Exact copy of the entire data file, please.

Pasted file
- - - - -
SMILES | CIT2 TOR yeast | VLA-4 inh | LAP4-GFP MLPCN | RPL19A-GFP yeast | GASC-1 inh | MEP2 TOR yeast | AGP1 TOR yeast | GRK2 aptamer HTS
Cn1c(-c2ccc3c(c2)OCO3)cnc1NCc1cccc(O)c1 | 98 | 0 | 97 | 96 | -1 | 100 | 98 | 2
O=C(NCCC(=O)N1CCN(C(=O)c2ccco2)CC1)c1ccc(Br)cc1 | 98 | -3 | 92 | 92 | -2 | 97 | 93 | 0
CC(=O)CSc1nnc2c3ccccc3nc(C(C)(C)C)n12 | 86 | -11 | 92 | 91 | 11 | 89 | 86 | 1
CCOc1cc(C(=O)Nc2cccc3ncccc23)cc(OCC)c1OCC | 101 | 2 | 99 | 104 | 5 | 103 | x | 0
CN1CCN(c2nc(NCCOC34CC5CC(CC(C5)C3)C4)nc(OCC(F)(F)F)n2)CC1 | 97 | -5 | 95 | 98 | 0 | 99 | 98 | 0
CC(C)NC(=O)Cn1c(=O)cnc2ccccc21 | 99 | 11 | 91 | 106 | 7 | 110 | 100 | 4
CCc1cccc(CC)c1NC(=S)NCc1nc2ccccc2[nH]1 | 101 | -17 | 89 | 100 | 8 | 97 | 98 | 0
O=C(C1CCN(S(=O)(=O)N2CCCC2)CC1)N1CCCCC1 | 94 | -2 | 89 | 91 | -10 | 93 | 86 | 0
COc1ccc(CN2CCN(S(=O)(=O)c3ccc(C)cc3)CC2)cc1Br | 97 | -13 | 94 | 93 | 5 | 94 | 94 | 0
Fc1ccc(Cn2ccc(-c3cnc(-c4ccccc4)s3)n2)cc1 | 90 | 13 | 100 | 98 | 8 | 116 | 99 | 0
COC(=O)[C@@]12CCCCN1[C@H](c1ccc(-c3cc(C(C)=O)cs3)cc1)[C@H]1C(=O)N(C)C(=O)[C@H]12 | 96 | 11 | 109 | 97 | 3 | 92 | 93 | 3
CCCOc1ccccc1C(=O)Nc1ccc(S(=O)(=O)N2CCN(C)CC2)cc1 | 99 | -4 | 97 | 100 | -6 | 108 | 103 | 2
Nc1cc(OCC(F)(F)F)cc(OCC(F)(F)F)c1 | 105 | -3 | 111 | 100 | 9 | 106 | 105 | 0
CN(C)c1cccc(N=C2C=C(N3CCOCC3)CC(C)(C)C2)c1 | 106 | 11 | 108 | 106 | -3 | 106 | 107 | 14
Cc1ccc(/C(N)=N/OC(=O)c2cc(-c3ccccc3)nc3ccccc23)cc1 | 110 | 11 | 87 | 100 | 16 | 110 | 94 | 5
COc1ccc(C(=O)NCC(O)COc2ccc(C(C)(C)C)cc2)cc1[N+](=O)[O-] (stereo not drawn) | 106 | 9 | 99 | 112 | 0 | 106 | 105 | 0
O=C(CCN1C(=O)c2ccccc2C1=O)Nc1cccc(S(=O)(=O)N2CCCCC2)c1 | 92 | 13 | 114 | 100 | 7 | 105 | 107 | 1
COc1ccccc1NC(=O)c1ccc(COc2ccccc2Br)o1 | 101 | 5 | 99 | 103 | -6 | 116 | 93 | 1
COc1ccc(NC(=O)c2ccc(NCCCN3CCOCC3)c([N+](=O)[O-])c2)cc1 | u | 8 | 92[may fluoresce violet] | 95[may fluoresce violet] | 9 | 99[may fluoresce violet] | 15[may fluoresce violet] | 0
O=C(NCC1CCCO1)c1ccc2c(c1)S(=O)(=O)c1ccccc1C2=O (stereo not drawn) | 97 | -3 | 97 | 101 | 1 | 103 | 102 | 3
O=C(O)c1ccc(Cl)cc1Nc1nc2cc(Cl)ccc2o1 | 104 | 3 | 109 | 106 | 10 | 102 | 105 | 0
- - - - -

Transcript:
SMILES | CIT2 TOR yeast | VLA-4 inh | LAP4-GFP MLPCN | RPL19A-GFP yeast | GASC-1 inh | MEP2 TOR yeast | AGP1 TOR yeast | GRK2 aptamer HTS
Cn1c(-c2ccc3c(c2)OCO3)cnc1NCc1cccc(O)c1 | 98 | 0 | 97 | 96 | -1 | 100 | 98 | 2
O=C(NCCC(=O)N1CCN(C(=O)c2ccco2)CC1)c1ccc(Br)cc1 | 98 | -3 | 92 | 92 | -2 | 97 | 93 | 0
CC(=O)CSc1nnc2c3ccccc3nc(C(C)(C)C)n12 | 86 | -11 | 92 | 91 | 11 | 89 | 86 | 1
CCOc1cc(C(=O)Nc2cccc3ncccc23)cc(OCC)c1OCC | 101 | 2 | 99 | 104 | 5 | 103 | x | 0
CN1CCN(c2nc(NCCOC34CC5CC(CC(C5)C3)C4)nc(OCC(F)(F)F)n2)CC1 | 97 | -5 | 95 | 98 | 0 | 99 | 98 | 0
CC(C)NC(=O)Cn1c(=O)cnc2ccccc21 | 99 | 11 | 91 | 106 | 7 | 110 | 100 | 4
CCc1cccc(CC)c1NC(=S)NCc1nc2ccccc2[nH]1 | 101 | -17 | 89 | 100 | 8 | 97 | 98 | 0
O=C(C1CCN(S(=O)(=O)N2CCCC2)CC1)N1CCCCC1 | 94 | -2 | 89 | 91 | -10 | 93 | 86 | 0
COc1ccc(CN2CCN(S(=O)(=O)c3ccc(C)cc3)CC2)cc1Br | 97 | -13 | 94 | 93 | 5 | 94 | 94 | 0
Fc1ccc(Cn2ccc(-c3cnc(-c4ccccc4)s3)n2)cc1 | 90 | 13 | 100 | 98 | 8 | 116 | 99 | 0
COC(=O)[C@@]12CCCCN1[C@H](c1ccc(-c3cc(C(C)=O)cs3)cc1)[C@H]1C(=O)N(C)C(=O)[C@H]12 | 96 | 11 | 109 | 97 | 3 | 92 | 93 | 3
CCCOc1ccccc1C(=O)Nc1ccc(S(=O)(=O)N2CCN(C)CC2)cc1 | 99 | -4 | 97 | 100 | -6 | 108 | 103 | 2
Nc1cc(OCC(F)(F)F)cc(OCC(F)(F)F)c1 | 105 | -3 | 111 | 100 | 9 | 106 | 105 | 0
CN(C)c1cccc(N=C2C=C(N3CCOCC3)CC(C)(C)C2)c1 | 106 | 11 | 108 | 106 | -3 | 106 | 107 | 14
Cc1ccc(/C(N)=N/OC(=O)c2cc(-c3ccccc3)nc3ccccc23)cc1 | 110 | 11 | 87 | 100 | 16 | 110 | 94 | 5
COc1ccc(C(=O)NCC(O)COc2ccc(C(C)(C)C)cc2)cc1[N+](=O)[O-] (stereo not drawn) | 106 | 9 | 99 | 112 | 0 | 106 | 105 | 0
O=C(CCN1C(=O)c2ccccc2C1=O)Nc1cccc(S(=O)(=O)N2CCCCC2)c1 | 92 | 13 | 114 | 100 | 7 | 105 | 107 | 1
COc1ccccc1NC(=O)c1ccc(COc2ccccc2Br)o1 | 101 | 5 | 99 | 103 | -6 | 116 | 93 | 1
COc1ccc(NC(=O)c2ccc(NCCCN3CCOCC3)c([N+](=O)[O-])c2)cc1 | u | 8 | 92[may fluoresce violet] | 95[may fluoresce violet] | 9 | 99[may fluoresce violet] | 15[may fluoresce violet] | 0
O=C(NCC1CCCO1)c1ccc2c(c1)S(=O)(=O)c1ccccc1C2=O (stereo not drawn) | 97 | -3 | 97 | 101 | 1 | 103 | 102 | 3
O=C(O)c1ccc(Cl)cc1Nc1nc2cc(Cl)ccc2o1 | 104 | 3 | 109 | 106 | 10 | 102 | 105 | 0